COLLAR WARD – The ward which encircles the round part of a keyhole in a bit key lock and helps support the post of the key. Also, the ward cut on a bit key which corresponds to the collar ward of the lock.

COLOR CODING – Bottom pins and master pins for pin tumbler locks are color-coded for ease of handling. Pin makers color their pins in order of length, repeating their chosen sequence of colors if the number of increments for a given type of lock is greater than the number of colors they are using to dye the pins.

COLORED PIN – See color coding.

COMBINATE – To set tumblers in a lock to match a given series of key cuts; that is, to set a given combination.

COMBINATING – The act of setting the tumblers in a lock to match a given series of key cuts.

COMBINATION – A series of key cuts and a matching series of tumblers set in a lock to permit opening only with the use of a key cut to match the series. Also, the sequence of numbers to which the dial of a combination lock must be turned as a result of the setting of its tumbler wheels.

COMBINATION LOCK – A keyless lock in which notched wheels are turned in a given sequence so that their notches will line up and allow the lock’s bolt to move.



COMBINATION TUMBLER – One of a group of six to eight safe deposit lock lever tumblers which determine the combination of the A Dictionary of Locksmithing renter’s key and part of the combination of the guard key. A combination tumbler may be either a fixed tumbler or a changeable tumbler. See also guard tumbler, trap tumbler; changeable tumbler, fixed tumbler.

COMBINATION WAFER – One of the three types of wafer tumblers of a popular cylindrical lock made by the Schlage Lock Co., designed so that the combination wafer stem falls within the circumference of the plug when there is either no key in the keyway or a key in the keyway which matches the combination set in the plug.

There are four combination wafers used in the lock. See also master wafer, series wafer and wafer tumbler.

COMMUNICATING FUNCTION LOCK – A lockset without key in which both knobs work latchbolt; inside turnpiece works half of split deadbolt; outside turnpiece works other half of split deadbolt.

COMPARATIVE LISTING – A list of the key blank numbers of one manufacturer which shows the corresponding key blank numbers for the same key blanks made by another key blank manufacturer. A number of such listings are usually found in the back of key blank catalogs as an aid to the locksmith in identifying key blanks.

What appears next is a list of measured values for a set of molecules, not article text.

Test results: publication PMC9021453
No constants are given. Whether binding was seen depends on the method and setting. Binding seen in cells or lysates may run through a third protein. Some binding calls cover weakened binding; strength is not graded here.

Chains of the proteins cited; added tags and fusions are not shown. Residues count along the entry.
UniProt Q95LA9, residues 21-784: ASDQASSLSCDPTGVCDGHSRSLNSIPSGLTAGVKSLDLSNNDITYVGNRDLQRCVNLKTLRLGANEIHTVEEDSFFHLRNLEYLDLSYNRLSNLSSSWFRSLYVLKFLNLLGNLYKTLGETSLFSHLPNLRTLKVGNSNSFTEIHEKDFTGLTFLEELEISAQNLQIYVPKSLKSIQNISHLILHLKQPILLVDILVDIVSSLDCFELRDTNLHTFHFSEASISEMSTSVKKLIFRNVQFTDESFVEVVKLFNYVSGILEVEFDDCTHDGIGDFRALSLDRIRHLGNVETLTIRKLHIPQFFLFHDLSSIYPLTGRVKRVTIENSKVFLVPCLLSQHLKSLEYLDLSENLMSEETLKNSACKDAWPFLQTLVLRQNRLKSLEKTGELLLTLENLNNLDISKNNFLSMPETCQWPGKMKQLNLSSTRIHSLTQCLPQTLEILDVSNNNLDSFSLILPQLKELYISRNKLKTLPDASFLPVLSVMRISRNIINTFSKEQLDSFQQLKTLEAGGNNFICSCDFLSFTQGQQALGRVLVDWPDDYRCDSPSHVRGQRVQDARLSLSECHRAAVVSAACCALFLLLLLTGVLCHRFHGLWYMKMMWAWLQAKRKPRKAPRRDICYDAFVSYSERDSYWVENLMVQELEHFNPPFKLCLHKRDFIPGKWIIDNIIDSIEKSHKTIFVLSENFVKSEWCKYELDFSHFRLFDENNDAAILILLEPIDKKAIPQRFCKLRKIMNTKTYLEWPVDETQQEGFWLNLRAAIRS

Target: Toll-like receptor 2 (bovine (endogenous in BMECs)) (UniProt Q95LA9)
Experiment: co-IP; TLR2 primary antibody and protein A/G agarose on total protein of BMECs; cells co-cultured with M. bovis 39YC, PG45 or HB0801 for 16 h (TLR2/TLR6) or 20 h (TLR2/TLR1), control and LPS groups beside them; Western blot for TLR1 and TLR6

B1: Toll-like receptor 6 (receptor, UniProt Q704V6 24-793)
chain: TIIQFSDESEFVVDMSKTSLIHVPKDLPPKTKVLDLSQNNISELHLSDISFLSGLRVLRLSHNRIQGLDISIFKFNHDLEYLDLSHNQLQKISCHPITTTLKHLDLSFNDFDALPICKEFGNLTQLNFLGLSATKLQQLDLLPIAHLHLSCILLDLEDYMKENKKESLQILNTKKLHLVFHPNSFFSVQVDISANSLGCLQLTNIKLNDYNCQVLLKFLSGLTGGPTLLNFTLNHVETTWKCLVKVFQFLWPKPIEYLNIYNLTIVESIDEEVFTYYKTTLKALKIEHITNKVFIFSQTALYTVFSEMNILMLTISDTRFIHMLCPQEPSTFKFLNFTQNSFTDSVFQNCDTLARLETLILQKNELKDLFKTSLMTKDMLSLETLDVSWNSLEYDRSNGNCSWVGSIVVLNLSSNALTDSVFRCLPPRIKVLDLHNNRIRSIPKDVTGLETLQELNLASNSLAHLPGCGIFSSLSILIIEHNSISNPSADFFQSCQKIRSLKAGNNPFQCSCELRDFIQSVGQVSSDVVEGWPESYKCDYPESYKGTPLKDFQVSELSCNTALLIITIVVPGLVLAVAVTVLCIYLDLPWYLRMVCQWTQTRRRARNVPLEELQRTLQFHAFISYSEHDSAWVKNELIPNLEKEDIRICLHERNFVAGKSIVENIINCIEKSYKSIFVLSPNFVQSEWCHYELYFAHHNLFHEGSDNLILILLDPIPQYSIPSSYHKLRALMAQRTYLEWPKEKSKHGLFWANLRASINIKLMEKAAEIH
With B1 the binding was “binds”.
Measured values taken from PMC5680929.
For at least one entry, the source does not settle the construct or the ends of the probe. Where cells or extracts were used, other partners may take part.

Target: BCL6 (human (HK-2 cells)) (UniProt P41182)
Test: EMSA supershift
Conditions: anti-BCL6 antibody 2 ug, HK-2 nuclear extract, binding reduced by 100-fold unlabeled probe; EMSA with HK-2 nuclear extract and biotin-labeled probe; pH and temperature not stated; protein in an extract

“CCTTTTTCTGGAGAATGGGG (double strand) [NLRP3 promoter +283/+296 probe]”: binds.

COMPOSITE METAL FACE DOOR – A door with a solid core bonded to a metal facing.

COMPOUND LEVER – A lever tumbler with two lift radii to permit master keying.

COMPRESSION SPRING – A spring that stores energy when its ends are squeezed together, as opposed to a tension spring which stores energy when its ends are stretched apart.

CONNECTING BAR – Another name for a tailpiece.

CONSTANT – One of the bittings in the locks of a master key system which is the same for every lock in the system. In a well designed master key system at least two of the key cut bittings are constants.

CONSTRUCTION BREAKOUT KEY – A special key, cut for the sole purpose of driving the construction master pins in a series of A Dictionary of Locksmithing 15 locks into side holes, permanently out of the regular pin chambers, so that the construction master keys will no longer work the locks. It insures the new owner against any loss of key control which might have occurred during construction of a building.

CONSTRUCTION MASTER KEY – A key which operates designated cylinders for a temporary period during construction and is rendered inoperative after the first use of the regular change key or of the construction breakout key. Either the regular change key or the construction breakout key will drive the construction master pin into its permanent place in a side hole.

CONSTRUCTION MASTER PIN – A special master pin which permits use of the construction master key during the construction of a building but which slips into a permanent side hole after the first use in the lock of the regular change key or of the construction breakout key.

CONTROL BUTTON – One of two buttons mounted flush with the face plate of a mortise lock for locking and unlocking the outside knob. Pushing in one button pushes out the other and prevents the outside knob or handle from retracting the latch. Pushing in the other button reverses the action of the first button. See stop.

CONTROL KEY – A key which operates the sleeve of an interchangeable core cylinder permitting the core to be withdrawn from the cylinder housing. See also removal key.

CONTROL PIN – A special pin tumbler used in certain interchangeable core cylinders to permit use of a secondary shear line called the control shear line.